4 Lessons from Black Friday, Cyber Monday, and the Madness In-Between
Now that the dust has settled from Black Friday, Cyber Monday, and the retail madness in between, it’s time to break down the numbers and dive beneath the headlines to find useful insights for 2018.
- Digital channels are growing at >10% YoY while foot traffic is down
- Mobile channels are rapidly closing the conversion gap
- The online holiday season has become much more than just Black Friday and Cyber Monday
- Traffic-based outages are hurting major retailers, highlighting a continued need for robust pre-season load testing
1. The Digital Shift is Here (and It May Have Just Saved Black Friday)
It’s not exactly news that online sales over the five-day period from Thanksgiving to Cyber Monday are rapidly growing. Every year it seems, online sales smash double-digit growth projections, and 2017 is no different.
So, what’s new about digital’s ever-increasing share of the holiday shopping season? It’s branching out from Cyber Monday and beginning to dominate days like Thanksgiving and Black Friday as well.
Online sales grew significantly on Thanksgiving Day – a day when many retailer stores are shuttered tight – as shoppers dove right into online shopping once they finished their meals. Businesses took advantage of the fact that most people had the day off and encouraged customers to get their shopping done early.
Black Friday is famous for 6 am shopping sprees and door-buster deals, but in 2017, retail foot traffic was down almost 2%. In years past, this would have signaled an underwhelming Black Friday. This year, though, the NRF is predicting a 4% rise in total sales.
This growth – the largest YoY since 2011, according to GlobalData – can be directly attributed to a 16.9% uptick in online revenue. Black Friday is the biggest in-store shopping day in the US, yet it was digital commerce that made up for decreased foot traffic this year. The digital shift is real.
2. Massive Mobile Growth
Year after year, consumers increasingly shop on their phones and tablets. Again, this trend isn’t exactly “newsworthy,” but the results from the 2017 Thanksgiving weekend certainly are.
According to Adobe, mobile devices accounted for more than 61% of traffic to retail sites on Black Friday, and drove an mind-blowing 46% of sales. While most shoppers are still switching over to their desktops to make purchases, 2017 represented a dramatic 10% improvement in mobile conversion.
“The big story this holiday season is in mobile shopping,” stated Mickey Mericle, VP of Marketing and Customer Insights at Adobe. “Retailers know this is where the audience is now and are delivering better experiences. Shoppers looking for discounts are getting better at using smartphones to quickly close the deal, and we are seeing better mobile conversion this season at over 10% growth.”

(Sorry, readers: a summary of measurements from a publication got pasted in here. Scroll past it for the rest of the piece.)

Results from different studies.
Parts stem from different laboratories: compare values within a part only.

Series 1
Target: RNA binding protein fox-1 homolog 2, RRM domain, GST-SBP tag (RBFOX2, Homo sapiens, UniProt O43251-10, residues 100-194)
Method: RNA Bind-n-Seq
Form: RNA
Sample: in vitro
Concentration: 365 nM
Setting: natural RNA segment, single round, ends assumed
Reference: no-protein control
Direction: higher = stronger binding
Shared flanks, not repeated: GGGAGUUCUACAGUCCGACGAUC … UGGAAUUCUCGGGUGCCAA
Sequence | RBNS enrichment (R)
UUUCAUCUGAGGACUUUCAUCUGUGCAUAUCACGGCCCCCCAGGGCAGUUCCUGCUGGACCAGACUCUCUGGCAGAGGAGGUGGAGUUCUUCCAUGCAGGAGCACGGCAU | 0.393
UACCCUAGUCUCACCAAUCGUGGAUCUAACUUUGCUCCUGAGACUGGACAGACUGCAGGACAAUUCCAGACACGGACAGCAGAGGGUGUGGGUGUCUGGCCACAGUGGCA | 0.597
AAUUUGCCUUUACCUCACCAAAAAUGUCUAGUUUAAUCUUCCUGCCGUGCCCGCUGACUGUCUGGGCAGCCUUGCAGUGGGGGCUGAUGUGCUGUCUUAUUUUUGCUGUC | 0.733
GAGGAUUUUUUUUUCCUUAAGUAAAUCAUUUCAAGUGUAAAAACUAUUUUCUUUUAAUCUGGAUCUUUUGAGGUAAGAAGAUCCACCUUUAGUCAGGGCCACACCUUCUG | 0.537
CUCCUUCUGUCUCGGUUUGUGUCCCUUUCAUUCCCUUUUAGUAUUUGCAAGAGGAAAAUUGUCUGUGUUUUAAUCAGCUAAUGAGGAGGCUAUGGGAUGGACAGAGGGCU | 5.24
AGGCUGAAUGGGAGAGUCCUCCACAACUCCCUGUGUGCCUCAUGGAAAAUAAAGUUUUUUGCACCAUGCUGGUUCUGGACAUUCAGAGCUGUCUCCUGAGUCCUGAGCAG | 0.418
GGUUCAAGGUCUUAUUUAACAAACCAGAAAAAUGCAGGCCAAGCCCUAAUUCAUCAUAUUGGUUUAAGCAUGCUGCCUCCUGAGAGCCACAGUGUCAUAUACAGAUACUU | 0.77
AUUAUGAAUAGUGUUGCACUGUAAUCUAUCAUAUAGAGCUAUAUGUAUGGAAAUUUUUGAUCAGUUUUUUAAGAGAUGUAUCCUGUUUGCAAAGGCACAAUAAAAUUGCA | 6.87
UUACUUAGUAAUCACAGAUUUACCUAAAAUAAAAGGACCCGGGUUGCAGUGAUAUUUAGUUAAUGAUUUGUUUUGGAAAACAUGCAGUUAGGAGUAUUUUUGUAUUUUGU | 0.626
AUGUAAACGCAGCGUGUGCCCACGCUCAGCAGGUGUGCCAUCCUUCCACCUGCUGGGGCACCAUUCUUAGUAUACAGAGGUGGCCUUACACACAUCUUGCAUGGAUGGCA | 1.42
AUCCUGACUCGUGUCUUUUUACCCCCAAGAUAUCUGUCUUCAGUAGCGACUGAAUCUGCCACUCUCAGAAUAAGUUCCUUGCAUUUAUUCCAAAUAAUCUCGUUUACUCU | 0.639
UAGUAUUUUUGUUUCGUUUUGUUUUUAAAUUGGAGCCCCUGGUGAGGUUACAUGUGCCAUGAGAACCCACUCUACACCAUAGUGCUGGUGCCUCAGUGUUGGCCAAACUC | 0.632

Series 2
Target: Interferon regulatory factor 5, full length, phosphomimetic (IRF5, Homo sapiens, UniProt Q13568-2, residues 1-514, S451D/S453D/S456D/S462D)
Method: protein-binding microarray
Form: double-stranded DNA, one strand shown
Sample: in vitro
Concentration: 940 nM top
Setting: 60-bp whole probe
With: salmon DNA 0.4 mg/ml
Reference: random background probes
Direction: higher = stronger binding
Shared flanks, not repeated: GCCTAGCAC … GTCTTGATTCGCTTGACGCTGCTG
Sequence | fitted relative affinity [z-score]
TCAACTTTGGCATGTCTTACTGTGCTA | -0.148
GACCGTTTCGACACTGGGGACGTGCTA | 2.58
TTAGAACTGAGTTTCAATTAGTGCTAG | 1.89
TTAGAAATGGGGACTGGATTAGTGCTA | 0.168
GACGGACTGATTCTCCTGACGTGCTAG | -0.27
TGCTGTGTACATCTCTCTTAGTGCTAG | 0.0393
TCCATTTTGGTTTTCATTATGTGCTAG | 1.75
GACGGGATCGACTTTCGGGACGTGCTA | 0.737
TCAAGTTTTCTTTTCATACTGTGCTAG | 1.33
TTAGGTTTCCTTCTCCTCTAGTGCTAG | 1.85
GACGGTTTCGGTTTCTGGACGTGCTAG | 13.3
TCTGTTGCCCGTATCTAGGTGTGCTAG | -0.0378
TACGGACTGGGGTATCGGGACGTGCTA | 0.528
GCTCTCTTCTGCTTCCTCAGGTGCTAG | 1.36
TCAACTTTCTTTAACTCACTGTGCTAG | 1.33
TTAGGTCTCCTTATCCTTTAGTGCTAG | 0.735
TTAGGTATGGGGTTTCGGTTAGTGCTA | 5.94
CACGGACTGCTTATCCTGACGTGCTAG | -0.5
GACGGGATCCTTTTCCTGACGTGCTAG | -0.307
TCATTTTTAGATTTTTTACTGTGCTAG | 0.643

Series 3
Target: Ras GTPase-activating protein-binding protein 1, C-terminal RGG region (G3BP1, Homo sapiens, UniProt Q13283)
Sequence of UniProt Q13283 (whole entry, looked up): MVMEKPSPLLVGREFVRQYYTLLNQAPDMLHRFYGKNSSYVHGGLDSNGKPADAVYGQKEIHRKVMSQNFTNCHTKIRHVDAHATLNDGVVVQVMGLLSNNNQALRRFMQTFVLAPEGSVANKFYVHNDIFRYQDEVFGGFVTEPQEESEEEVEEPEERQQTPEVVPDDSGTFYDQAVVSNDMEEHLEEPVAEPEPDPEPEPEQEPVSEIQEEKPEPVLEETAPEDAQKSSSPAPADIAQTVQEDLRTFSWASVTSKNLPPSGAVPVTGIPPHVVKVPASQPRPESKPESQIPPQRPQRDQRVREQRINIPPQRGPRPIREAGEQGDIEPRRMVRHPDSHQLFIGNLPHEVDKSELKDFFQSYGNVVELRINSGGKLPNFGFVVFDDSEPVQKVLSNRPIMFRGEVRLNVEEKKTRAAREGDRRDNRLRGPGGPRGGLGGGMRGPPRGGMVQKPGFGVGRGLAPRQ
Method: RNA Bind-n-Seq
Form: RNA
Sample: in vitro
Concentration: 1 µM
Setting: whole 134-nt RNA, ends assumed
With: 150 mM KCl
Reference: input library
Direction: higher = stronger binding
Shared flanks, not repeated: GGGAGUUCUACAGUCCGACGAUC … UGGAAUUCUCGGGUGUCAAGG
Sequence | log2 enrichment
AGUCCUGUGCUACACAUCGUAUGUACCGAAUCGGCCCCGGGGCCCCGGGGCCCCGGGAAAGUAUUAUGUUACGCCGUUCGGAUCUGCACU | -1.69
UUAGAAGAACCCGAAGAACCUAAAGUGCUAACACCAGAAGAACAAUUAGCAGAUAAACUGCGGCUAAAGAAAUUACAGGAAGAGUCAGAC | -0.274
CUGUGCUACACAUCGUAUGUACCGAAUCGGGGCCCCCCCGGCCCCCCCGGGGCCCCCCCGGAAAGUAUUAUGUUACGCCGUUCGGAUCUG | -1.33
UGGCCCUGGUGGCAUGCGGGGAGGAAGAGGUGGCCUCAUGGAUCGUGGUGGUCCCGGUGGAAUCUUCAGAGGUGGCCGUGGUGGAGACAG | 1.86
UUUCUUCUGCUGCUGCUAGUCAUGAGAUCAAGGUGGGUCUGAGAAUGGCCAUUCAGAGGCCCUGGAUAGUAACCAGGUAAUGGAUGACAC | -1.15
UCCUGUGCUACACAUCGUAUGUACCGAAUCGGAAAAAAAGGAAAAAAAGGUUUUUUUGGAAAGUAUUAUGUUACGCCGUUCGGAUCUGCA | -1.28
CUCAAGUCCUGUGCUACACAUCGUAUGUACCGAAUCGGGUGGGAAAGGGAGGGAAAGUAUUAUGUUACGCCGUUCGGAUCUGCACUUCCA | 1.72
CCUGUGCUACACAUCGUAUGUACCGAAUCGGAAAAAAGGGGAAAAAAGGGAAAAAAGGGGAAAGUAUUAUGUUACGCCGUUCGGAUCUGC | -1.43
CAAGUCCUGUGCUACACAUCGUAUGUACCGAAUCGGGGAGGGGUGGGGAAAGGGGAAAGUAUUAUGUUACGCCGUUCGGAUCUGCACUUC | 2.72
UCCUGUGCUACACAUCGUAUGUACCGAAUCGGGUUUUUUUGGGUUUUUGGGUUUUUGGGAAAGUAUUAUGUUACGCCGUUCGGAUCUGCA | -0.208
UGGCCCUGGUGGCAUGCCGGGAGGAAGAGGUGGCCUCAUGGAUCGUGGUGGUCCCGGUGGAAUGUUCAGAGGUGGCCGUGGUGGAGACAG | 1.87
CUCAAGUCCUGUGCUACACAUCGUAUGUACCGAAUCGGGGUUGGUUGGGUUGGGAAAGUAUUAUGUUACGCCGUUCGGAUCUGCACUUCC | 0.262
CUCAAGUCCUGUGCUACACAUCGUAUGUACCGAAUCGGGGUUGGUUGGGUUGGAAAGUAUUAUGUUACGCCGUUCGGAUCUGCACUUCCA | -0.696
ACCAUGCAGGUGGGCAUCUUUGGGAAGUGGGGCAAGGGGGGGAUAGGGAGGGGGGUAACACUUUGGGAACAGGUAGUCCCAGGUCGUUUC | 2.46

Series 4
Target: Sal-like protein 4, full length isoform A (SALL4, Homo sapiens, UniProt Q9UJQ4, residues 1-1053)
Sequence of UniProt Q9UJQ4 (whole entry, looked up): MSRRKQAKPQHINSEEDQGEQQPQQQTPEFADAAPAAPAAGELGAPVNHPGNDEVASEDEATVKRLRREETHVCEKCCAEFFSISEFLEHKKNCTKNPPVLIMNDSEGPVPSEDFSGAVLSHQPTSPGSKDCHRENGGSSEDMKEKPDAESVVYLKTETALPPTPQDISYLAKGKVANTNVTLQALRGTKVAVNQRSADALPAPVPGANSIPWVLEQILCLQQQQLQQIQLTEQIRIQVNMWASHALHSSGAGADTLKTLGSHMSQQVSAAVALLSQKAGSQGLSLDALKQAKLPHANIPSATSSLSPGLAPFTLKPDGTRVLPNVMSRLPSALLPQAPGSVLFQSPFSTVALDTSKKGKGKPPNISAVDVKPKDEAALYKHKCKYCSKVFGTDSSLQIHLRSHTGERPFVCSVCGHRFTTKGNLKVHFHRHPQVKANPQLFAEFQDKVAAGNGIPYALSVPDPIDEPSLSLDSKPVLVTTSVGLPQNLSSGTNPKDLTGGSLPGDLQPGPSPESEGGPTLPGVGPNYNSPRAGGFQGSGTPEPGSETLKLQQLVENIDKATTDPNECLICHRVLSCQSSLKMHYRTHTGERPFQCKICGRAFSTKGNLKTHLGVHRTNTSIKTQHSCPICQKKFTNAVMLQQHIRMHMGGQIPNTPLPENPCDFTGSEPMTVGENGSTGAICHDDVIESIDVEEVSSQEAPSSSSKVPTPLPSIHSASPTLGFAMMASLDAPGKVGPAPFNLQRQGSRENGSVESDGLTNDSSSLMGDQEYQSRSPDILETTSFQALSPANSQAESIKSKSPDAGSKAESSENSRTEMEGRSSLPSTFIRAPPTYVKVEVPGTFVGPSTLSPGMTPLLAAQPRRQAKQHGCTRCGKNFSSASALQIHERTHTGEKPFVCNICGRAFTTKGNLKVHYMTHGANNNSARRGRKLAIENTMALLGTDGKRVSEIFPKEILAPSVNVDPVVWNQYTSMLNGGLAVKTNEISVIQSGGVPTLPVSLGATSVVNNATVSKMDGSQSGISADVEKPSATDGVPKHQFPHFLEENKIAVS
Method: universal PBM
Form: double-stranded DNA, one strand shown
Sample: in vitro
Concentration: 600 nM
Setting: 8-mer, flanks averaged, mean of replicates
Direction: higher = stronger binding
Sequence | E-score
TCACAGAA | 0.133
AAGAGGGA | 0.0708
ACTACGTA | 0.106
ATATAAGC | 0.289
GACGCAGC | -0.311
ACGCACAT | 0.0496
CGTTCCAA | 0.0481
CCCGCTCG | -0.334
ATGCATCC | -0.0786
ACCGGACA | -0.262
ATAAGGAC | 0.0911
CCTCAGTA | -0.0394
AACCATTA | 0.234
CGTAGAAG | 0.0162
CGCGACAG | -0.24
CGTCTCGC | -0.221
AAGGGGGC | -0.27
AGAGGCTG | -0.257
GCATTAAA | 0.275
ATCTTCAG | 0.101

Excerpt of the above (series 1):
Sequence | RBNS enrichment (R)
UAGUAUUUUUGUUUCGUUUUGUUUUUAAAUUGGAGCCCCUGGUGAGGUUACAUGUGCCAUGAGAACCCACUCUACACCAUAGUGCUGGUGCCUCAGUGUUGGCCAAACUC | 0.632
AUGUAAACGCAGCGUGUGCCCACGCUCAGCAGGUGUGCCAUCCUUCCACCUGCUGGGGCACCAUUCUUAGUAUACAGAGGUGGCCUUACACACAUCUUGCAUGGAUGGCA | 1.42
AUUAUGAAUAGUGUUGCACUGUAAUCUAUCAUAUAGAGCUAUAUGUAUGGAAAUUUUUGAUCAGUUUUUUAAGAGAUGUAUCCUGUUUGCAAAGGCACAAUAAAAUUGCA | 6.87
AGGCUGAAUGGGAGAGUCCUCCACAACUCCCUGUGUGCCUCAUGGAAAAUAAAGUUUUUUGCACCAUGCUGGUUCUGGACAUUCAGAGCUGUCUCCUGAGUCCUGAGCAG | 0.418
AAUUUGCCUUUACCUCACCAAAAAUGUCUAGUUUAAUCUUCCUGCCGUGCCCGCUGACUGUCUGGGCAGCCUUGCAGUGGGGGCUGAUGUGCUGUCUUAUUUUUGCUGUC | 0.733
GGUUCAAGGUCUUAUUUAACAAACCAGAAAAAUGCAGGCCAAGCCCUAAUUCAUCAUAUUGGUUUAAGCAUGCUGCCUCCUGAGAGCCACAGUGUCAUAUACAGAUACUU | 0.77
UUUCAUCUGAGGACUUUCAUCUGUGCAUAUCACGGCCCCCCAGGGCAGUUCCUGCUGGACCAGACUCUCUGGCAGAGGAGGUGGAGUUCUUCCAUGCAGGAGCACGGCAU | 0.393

3. Holiday Shopping Is More Than Just A Weekend
While 2017’s results are encouraging, albeit expected, they highlight a digital trend that is changing the landscape of the holiday shopping season.
Black Friday. Cyber Monday. Holiday shopping has traditionally centered on getting once-a-year deals within specific 24-hour periods. Digital commerce is rendering this approach null and void.
Retailers began aggressively promoting holiday deals on November 1, well before Thanksgiving. According to Adobe, every single day since November 1 has driven more than $1 billion in online revenue. Every. Single. Day.
On the other side of the weekend, shoppers shopping later into the season, taking advantage of continued promotions, omnichannel capabilities, and quicker fulfillment. Last year, only 9% of shoppers had finished their shopping by Cyber Monday. Retailers aren’t putting their eggs just in this weekend’s basket, as they continue to engage and communicate with customers all the way up to Christmas Eve.
Increasingly, Black Friday and Cyber Monday are transforming from the ONLY days to get good deals into two days with some of the best deals.
4. You Can Never Be Too Prepared
Black Friday and Cyber Monday are hands-down the two busiest days of the online shopping season and put immense stress on retailers to handle so much additional traffic.
On Black Friday, Macy’s credit card and gift card systems suffered slowdowns and failures, and numerous major retailers such as Lowe’s and H&M were hit with site outages throughout the day. J. Crew’s Cyber Monday deals were too hot for its site to handle, as it experienced traffic-related crashes throughout the day.
It seems that every year, multiple retailers have issues or are unprepared for the incredible amount of traffic that comes in during Thanksgiving weekend. With so much at stake, retailers need to ensure their sites are 100% operational throughout the weekend, and that preparation begins months beforehand with aggressive testing. As more shoppers shift from in-store to digital channels, retailers would be wise to test above and beyond their expected loads next holiday season.